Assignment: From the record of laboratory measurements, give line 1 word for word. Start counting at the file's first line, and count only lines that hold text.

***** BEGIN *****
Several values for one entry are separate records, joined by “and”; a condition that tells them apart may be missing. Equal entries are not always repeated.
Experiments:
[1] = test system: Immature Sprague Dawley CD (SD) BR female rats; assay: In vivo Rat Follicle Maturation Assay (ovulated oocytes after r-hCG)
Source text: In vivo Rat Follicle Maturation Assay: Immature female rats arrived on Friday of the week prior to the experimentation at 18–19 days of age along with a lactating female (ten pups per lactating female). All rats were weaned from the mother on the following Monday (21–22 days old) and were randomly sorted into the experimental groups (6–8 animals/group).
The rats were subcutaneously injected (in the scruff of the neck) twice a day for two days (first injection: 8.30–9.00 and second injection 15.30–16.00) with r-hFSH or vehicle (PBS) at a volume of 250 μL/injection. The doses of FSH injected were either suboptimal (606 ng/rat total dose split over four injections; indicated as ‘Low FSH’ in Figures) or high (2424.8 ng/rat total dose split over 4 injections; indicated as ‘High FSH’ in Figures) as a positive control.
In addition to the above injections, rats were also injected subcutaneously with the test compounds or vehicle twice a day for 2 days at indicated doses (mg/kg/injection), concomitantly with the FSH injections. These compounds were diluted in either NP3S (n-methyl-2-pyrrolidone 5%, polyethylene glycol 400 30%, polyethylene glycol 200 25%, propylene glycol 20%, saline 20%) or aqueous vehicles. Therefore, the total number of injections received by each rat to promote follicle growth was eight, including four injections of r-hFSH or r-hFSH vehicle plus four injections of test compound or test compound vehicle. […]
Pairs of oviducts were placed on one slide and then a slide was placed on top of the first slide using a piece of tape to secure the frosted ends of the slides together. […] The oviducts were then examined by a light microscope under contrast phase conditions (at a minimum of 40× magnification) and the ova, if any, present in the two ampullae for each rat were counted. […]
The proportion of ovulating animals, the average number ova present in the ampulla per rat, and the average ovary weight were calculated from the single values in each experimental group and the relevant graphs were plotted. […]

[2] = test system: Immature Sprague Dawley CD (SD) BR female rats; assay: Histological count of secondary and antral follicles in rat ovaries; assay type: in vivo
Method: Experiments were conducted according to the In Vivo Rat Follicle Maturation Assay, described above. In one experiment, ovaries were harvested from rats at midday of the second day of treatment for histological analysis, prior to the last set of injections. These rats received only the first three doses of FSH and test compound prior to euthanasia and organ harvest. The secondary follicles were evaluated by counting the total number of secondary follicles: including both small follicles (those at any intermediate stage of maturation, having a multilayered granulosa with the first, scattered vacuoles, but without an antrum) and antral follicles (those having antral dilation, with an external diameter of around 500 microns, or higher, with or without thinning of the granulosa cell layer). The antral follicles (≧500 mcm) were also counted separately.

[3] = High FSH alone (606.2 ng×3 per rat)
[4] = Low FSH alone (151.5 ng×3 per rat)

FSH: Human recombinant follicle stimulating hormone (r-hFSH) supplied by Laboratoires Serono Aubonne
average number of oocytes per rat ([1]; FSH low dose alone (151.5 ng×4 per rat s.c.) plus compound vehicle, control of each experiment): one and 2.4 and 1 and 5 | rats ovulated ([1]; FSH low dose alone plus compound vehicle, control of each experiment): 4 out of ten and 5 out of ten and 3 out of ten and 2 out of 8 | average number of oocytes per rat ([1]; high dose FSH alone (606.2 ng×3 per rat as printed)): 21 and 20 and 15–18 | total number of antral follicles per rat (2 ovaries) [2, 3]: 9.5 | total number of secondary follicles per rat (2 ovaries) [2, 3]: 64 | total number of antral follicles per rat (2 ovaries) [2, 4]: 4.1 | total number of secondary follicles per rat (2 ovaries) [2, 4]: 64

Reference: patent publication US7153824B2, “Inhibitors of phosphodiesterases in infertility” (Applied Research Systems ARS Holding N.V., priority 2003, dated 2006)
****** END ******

Several values for one entry are separate records, joined by “and”; a condition that tells them apart may be missing. Equal entries are not always repeated.